Ring Fit Adventure: What a Sequel Should Improve

Ring Fit Adventure quickly became one of the most popular games during the pandemic and subsequent lockdowns for people looking to stay in shape. For a while, there was a global shortage of the game as the impact of the coronavirus drove up demand and resellers began to buy overseas stock. Although the demand for Ring Fit Adventure has died down in the months since it still remains a popular game despite the lack of updates.

Ring Fit Adventure players will have likely completed most of the content in the game by now, and while there has been speculation regarding future updates, Nintendo has yet to reveal anything. Given that the game has sold over 10 million units, however, it wouldn’t be surprising to see a new DLC or a sequel somewhere down the line. Although Ring Fit Adventure is executed well, there are a few improvements that could be made for a potential sequel.

Ring Fit Adventure Could Use Some QoL Updates

While quality-of-life updates might not be big enough to constitute a sequel, Ring Fit Adventure has a few things that could be tweaked for a better player experience. One of the most annoying problems in the game is its awkward detection at times. While the game is generally good at sensing motion, there are times when it can quickly become frustrating. For example, the ring itself doesn’t always register the squeezing motion properly and some moves like Mountain Climbers have poor detection for alternating movement. While it’s probably a good thing to get in more reps, the inconsistent detection can be frustrating during the boss battles when recharging health.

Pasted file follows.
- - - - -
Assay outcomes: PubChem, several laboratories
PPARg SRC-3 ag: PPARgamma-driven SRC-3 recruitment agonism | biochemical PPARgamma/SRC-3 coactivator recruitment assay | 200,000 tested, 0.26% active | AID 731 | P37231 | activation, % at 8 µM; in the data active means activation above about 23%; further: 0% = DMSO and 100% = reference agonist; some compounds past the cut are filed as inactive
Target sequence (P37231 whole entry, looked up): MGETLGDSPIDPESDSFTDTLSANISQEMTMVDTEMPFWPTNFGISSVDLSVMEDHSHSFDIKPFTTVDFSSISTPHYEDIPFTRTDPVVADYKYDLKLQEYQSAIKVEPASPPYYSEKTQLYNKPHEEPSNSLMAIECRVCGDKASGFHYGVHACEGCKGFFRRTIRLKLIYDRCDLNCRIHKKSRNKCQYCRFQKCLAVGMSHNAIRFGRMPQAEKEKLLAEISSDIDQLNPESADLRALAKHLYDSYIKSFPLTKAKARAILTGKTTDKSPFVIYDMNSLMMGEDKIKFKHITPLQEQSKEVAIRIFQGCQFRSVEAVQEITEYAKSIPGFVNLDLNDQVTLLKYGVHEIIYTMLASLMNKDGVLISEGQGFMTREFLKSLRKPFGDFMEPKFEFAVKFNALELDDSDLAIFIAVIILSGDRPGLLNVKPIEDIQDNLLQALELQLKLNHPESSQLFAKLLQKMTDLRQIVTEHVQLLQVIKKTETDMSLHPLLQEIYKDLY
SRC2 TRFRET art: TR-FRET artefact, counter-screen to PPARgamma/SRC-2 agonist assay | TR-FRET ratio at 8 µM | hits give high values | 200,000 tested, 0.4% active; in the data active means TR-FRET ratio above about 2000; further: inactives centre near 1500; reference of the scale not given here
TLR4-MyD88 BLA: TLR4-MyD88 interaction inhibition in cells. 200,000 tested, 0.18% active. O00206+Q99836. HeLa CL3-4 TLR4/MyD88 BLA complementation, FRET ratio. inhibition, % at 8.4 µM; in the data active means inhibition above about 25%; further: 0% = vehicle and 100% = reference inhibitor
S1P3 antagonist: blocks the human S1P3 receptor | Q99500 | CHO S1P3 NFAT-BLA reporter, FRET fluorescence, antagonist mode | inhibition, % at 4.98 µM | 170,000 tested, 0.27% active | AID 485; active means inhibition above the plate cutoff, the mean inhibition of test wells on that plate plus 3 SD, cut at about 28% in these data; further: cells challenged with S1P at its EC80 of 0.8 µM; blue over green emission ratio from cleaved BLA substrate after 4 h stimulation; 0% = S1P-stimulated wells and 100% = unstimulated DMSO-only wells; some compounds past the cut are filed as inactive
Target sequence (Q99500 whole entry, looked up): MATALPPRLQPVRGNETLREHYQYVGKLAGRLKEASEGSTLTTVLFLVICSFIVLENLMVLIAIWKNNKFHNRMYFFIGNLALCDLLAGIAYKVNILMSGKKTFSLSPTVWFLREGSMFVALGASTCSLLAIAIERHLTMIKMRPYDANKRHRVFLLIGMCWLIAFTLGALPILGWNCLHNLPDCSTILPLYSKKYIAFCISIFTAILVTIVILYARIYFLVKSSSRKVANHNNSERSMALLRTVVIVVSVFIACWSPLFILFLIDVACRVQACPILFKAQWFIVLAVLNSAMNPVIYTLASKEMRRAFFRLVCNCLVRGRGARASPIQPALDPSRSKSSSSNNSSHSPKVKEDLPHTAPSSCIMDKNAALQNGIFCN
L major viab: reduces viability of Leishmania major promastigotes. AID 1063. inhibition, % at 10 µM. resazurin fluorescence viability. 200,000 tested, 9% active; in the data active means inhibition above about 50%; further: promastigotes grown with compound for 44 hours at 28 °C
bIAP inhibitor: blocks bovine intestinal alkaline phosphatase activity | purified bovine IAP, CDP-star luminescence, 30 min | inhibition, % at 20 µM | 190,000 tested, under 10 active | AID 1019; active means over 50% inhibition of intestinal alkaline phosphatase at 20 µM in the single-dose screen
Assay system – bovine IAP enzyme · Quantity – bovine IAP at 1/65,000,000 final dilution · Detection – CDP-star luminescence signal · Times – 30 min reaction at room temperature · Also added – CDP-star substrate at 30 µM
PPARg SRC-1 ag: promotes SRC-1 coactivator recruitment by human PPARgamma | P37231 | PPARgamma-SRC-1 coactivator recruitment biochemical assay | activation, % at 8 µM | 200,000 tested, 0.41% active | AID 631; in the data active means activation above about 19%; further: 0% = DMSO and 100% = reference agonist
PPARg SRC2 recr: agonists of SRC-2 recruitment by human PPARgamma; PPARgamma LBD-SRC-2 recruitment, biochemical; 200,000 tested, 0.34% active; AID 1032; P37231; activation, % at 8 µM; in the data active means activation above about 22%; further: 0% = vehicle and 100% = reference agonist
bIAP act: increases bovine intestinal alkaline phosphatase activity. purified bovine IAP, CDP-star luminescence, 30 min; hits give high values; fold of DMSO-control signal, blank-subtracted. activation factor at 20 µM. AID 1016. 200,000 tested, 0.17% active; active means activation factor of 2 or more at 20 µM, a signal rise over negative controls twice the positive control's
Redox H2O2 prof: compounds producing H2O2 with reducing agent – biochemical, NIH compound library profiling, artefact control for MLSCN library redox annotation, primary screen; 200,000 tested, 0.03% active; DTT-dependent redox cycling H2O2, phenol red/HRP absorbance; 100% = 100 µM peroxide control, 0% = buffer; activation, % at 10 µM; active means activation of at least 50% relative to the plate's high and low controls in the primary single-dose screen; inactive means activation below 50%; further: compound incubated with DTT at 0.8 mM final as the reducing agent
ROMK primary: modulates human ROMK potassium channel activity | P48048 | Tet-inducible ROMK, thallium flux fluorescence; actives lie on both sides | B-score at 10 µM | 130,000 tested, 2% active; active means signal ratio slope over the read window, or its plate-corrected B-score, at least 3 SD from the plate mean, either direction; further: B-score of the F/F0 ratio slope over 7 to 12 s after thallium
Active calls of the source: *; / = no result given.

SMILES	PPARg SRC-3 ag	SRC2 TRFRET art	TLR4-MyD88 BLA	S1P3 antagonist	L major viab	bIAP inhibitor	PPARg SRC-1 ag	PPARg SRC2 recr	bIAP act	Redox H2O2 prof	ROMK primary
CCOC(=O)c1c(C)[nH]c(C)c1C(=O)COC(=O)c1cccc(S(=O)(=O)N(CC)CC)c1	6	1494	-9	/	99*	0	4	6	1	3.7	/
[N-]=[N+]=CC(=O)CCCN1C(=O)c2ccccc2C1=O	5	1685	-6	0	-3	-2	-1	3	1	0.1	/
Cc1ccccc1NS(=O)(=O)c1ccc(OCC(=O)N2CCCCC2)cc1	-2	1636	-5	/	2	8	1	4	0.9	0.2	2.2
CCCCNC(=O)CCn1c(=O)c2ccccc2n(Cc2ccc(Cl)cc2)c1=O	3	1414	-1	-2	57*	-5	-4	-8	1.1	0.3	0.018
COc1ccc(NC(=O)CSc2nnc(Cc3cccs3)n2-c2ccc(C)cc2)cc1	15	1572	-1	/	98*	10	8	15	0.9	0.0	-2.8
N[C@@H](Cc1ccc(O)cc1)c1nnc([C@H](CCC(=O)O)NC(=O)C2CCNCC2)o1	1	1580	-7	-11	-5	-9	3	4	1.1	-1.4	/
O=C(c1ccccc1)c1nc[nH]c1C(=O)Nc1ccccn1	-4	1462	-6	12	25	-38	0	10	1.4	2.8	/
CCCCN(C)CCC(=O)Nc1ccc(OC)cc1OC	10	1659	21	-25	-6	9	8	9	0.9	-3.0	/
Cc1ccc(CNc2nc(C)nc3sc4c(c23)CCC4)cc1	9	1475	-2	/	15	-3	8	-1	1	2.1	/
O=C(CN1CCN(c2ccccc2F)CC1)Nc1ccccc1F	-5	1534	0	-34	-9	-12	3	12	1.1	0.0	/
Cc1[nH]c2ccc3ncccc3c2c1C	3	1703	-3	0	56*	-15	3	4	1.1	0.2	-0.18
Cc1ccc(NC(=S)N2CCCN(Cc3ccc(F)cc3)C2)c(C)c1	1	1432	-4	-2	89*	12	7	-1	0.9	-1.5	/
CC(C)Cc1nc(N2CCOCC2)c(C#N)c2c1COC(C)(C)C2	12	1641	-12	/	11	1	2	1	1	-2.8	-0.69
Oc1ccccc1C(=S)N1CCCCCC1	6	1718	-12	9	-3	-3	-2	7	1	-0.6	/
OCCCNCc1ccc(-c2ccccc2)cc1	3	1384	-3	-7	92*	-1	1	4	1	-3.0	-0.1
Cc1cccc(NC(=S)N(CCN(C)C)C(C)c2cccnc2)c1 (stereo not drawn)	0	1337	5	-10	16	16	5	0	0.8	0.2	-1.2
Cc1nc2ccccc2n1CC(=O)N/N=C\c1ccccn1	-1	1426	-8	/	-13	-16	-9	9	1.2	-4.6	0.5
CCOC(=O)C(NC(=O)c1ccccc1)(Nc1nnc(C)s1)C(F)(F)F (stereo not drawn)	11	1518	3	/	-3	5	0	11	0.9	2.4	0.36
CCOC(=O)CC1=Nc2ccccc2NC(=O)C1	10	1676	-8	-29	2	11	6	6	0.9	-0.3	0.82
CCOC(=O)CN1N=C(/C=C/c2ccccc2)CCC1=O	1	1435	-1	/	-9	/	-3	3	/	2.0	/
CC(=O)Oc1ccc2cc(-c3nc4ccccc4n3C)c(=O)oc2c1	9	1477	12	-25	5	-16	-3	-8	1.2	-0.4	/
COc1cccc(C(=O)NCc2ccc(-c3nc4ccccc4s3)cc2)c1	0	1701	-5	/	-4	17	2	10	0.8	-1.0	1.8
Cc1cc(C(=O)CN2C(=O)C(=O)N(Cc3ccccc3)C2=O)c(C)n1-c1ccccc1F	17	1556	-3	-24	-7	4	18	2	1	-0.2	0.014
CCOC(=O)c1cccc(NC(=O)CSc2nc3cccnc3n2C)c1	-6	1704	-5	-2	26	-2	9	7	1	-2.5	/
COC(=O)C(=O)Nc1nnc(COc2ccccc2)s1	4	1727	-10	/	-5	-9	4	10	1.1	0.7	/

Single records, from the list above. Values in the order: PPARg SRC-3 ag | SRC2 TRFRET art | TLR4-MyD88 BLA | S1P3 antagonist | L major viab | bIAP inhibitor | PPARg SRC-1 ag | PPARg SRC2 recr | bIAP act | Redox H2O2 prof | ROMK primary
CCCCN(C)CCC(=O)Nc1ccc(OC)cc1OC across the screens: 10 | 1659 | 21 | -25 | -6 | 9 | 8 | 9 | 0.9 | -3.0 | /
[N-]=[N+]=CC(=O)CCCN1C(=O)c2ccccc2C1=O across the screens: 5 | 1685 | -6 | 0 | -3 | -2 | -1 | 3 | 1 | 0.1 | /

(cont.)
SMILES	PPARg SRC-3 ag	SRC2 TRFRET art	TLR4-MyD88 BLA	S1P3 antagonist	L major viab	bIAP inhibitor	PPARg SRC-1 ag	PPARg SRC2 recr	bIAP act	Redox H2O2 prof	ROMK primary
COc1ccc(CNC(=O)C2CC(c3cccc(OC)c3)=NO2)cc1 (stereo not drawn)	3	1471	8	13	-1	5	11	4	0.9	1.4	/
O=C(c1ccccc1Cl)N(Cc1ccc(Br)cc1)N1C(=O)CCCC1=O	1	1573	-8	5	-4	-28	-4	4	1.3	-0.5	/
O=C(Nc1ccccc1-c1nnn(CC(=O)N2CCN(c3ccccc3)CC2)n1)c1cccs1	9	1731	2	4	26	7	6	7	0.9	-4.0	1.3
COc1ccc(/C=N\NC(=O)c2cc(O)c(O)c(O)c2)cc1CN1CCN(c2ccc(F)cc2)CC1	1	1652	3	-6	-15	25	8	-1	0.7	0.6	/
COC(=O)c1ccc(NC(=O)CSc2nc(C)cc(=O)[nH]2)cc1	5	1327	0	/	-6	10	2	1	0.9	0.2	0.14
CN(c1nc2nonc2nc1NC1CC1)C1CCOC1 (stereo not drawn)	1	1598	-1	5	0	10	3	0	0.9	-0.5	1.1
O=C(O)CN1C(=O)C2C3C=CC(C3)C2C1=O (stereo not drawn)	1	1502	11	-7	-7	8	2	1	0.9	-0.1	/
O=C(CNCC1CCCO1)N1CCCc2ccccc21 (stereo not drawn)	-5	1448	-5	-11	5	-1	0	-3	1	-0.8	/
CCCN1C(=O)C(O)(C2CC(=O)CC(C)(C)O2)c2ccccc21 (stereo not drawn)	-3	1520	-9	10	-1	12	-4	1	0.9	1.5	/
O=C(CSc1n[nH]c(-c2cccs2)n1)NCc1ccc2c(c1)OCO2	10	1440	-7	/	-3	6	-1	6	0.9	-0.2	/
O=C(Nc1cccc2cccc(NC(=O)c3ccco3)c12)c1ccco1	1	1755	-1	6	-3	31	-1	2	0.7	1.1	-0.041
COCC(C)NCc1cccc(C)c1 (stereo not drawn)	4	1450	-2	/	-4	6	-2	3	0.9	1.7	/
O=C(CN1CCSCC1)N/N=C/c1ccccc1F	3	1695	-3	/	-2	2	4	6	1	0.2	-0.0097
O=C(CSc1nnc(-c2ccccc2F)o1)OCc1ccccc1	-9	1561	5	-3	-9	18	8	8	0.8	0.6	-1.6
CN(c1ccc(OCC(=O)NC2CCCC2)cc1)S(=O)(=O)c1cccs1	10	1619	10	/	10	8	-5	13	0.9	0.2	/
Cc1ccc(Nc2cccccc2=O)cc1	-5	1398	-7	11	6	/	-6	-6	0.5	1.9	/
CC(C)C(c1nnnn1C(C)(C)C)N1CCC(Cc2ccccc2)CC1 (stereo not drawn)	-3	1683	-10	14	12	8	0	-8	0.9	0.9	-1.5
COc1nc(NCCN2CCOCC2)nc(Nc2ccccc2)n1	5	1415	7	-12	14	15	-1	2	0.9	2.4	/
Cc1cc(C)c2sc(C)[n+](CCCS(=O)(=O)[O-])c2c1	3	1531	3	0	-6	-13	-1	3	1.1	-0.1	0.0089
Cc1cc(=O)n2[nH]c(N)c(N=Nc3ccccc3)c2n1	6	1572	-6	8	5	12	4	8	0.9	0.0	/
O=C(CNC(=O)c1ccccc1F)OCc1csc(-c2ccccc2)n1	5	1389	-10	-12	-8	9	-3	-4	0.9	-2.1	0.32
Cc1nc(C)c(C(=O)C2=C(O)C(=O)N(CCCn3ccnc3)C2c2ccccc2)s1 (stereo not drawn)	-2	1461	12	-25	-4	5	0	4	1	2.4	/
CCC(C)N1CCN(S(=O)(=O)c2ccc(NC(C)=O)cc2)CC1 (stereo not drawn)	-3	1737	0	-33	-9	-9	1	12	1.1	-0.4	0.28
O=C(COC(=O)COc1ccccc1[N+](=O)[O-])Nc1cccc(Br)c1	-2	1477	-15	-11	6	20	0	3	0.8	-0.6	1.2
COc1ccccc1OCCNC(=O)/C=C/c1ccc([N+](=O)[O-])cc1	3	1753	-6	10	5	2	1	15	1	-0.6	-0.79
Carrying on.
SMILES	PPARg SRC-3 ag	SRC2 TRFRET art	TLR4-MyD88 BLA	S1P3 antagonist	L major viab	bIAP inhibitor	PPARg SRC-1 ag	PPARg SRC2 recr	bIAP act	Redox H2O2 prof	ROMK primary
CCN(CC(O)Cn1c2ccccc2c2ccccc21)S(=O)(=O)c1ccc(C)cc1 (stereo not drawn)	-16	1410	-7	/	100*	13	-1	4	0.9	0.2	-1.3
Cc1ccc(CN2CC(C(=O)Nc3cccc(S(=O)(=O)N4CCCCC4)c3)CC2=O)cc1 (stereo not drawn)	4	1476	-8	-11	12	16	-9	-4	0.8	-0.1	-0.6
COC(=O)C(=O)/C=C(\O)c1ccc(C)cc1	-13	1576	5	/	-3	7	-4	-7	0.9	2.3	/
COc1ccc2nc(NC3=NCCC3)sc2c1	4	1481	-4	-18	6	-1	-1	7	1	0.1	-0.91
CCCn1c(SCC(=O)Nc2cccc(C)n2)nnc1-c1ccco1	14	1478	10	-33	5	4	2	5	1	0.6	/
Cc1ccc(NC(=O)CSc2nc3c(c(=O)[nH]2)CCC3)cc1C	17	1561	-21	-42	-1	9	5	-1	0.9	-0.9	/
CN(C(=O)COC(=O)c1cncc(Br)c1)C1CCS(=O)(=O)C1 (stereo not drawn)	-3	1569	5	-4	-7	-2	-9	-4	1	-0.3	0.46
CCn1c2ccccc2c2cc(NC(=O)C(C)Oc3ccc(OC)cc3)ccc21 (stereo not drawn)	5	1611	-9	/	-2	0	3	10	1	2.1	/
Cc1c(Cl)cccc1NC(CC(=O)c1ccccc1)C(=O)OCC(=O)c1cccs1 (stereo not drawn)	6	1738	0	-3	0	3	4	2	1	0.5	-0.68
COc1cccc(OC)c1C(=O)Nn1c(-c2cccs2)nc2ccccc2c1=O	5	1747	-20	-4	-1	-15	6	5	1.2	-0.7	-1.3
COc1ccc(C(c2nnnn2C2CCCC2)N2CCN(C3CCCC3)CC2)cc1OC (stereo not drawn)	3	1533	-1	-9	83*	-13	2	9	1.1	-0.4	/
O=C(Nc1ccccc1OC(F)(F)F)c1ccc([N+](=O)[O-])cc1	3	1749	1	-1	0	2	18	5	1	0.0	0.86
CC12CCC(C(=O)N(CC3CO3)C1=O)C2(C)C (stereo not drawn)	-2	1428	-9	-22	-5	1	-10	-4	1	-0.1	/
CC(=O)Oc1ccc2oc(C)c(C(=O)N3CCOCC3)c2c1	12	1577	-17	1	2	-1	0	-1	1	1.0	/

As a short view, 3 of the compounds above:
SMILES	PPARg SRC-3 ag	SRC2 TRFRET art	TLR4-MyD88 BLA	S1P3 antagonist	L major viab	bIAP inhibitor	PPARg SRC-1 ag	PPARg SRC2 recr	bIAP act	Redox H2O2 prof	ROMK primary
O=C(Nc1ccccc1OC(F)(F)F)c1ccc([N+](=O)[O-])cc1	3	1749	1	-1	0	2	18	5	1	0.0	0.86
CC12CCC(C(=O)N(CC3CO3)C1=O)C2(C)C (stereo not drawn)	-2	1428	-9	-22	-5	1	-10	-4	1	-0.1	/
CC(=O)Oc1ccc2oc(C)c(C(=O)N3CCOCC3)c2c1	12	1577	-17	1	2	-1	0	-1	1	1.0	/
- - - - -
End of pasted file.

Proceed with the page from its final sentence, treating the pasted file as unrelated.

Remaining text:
Another common problem with Ring Fit Adventure is that moves which depend on alternating sides will almost always start on a specific side. For example, moves like the Bow Pull will have players do a set of reps on the left side before switching over to the right. However, enemies don’t always have enough health for players to complete both sets and as a result, they overwork one side compared to the other. Currently, players need to “trick” the game by facing the opposite direction but it shouldn’t be a necessity as a sequel should just alternate the sides randomly.

Training Room in Ring Fit Adventure

Despite the massive amount of different exercises that Ring Fit Adventure offers, there’s strangely no training room or a way to practice the moves before heading into a workout. One of the biggest advantages the game offers is that it forces players to utilize proper form and even the slightest deviation can cause the action not to register on the Joy-Cons. However, Ring Fit Adventure currently has no way for players to practice the proper forms and this can lead to a frustrating amount of trial and error.

A Ring Fit Adventure sequel should look to implement a training or practice mode of some sort so players are able to match the forms that the game expects from them. For how much the game emphasizes proper form, it’s strange that there hasn’t been an update that adds tutorials for each of the individual exercises. While the current game corrects postures to a degree, it never specifies what exactly is causing the player’s movements to not register. Furthermore, a practice mode would also help players understand precisely which movements are required so they can change up their workout with alternate exercises of their own.